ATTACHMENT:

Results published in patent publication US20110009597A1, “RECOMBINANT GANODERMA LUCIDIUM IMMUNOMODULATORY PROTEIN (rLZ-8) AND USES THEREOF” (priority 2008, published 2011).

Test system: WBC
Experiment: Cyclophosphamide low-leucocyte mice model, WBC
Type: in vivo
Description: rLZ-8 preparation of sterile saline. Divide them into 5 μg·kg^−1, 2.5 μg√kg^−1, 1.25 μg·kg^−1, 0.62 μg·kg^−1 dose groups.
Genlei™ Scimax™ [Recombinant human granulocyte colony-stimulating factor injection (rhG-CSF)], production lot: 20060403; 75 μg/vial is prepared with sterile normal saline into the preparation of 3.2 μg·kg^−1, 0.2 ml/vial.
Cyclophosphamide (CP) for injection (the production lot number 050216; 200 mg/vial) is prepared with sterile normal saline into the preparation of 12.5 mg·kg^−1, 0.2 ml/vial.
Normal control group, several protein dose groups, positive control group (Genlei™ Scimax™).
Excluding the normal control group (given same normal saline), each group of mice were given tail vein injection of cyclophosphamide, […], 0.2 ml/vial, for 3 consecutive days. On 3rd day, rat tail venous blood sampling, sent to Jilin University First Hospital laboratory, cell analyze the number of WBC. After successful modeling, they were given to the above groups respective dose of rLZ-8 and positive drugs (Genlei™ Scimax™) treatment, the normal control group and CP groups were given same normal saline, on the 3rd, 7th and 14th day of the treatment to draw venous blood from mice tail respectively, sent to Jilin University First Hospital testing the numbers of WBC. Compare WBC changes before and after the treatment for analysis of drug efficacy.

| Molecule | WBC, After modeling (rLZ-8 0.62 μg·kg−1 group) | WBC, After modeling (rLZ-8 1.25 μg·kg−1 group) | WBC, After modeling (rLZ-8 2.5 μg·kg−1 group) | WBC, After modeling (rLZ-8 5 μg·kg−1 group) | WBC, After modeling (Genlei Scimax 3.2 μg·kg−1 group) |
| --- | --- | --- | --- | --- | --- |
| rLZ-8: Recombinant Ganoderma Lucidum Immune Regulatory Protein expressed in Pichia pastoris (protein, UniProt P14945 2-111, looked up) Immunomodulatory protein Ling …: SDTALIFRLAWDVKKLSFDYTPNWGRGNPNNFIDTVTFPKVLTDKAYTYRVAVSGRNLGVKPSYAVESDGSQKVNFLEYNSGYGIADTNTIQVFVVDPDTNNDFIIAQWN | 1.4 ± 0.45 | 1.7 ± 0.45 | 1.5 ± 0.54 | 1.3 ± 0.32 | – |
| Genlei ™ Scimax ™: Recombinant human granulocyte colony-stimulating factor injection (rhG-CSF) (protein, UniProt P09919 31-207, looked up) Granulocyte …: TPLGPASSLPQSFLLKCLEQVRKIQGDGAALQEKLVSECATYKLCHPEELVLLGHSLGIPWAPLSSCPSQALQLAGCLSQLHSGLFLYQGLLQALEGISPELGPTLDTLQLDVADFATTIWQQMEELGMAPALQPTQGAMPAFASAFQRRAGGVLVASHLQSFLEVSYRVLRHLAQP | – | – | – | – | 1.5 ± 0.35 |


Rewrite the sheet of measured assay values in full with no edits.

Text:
Results published in patent publication US20110009597A1, “RECOMBINANT GANODERMA LUCIDIUM IMMUNOMODULATORY PROTEIN (rLZ-8) AND USES THEREOF” (priority 2008, published 2011).

Test system: WBC
Experiment: Cyclophosphamide low-leucocyte mice model, WBC
Type: in vivo
Description: rLZ-8 preparation of sterile saline. Divide them into 5 μg·kg^−1, 2.5 μg√kg^−1, 1.25 μg·kg^−1, 0.62 μg·kg^−1 dose groups.
Genlei™ Scimax™ [Recombinant human granulocyte colony-stimulating factor injection (rhG-CSF)], production lot: 20060403; 75 μg/vial is prepared with sterile normal saline into the preparation of 3.2 μg·kg^−1, 0.2 ml/vial.
Cyclophosphamide (CP) for injection (the production lot number 050216; 200 mg/vial) is prepared with sterile normal saline into the preparation of 12.5 mg·kg^−1, 0.2 ml/vial.
Normal control group, several protein dose groups, positive control group (Genlei™ Scimax™).
Excluding the normal control group (given same normal saline), each group of mice were given tail vein injection of cyclophosphamide, […], 0.2 ml/vial, for 3 consecutive days. On 3rd day, rat tail venous blood sampling, sent to Jilin University First Hospital laboratory, cell analyze the number of WBC. After successful modeling, they were given to the above groups respective dose of rLZ-8 and positive drugs (Genlei™ Scimax™) treatment, the normal control group and CP groups were given same normal saline, on the 3rd, 7th and 14th day of the treatment to draw venous blood from mice tail respectively, sent to Jilin University First Hospital testing the numbers of WBC. Compare WBC changes before and after the treatment for analysis of drug efficacy.

| Molecule | WBC, After modeling (rLZ-8 0.62 μg·kg−1 group) | WBC, After modeling (rLZ-8 1.25 μg·kg−1 group) | WBC, After modeling (rLZ-8 2.5 μg·kg−1 group) | WBC, After modeling (rLZ-8 5 μg·kg−1 group) | WBC, After modeling (Genlei Scimax 3.2 μg·kg−1 group) |
| --- | --- | --- | --- | --- | --- |
| rLZ-8: Recombinant Ganoderma Lucidum Immune Regulatory Protein expressed in Pichia pastoris (protein, UniProt P14945 2-111, looked up) Immunomodulatory protein Ling …: SDTALIFRLAWDVKKLSFDYTPNWGRGNPNNFIDTVTFPKVLTDKAYTYRVAVSGRNLGVKPSYAVESDGSQKVNFLEYNSGYGIADTNTIQVFVVDPDTNNDFIIAQWN | 1.4 ± 0.45 | 1.7 ± 0.45 | 1.5 ± 0.54 | 1.3 ± 0.32 | – |
| Genlei ™ Scimax ™: Recombinant human granulocyte colony-stimulating factor injection (rhG-CSF) (protein, UniProt P09919 31-207, looked up) Granulocyte …: TPLGPASSLPQSFLLKCLEQVRKIQGDGAALQEKLVSECATYKLCHPEELVLLGHSLGIPWAPLSSCPSQALQLAGCLSQLHSGLFLYQGLLQALEGISPELGPTLDTLQLDVADFATTIWQQMEELGMAPALQPTQGAMPAFASAFQRRAGGVLVASHLQSFLEVSYRVLRHLAQP | – | – | – | – | 1.5 ± 0.35 |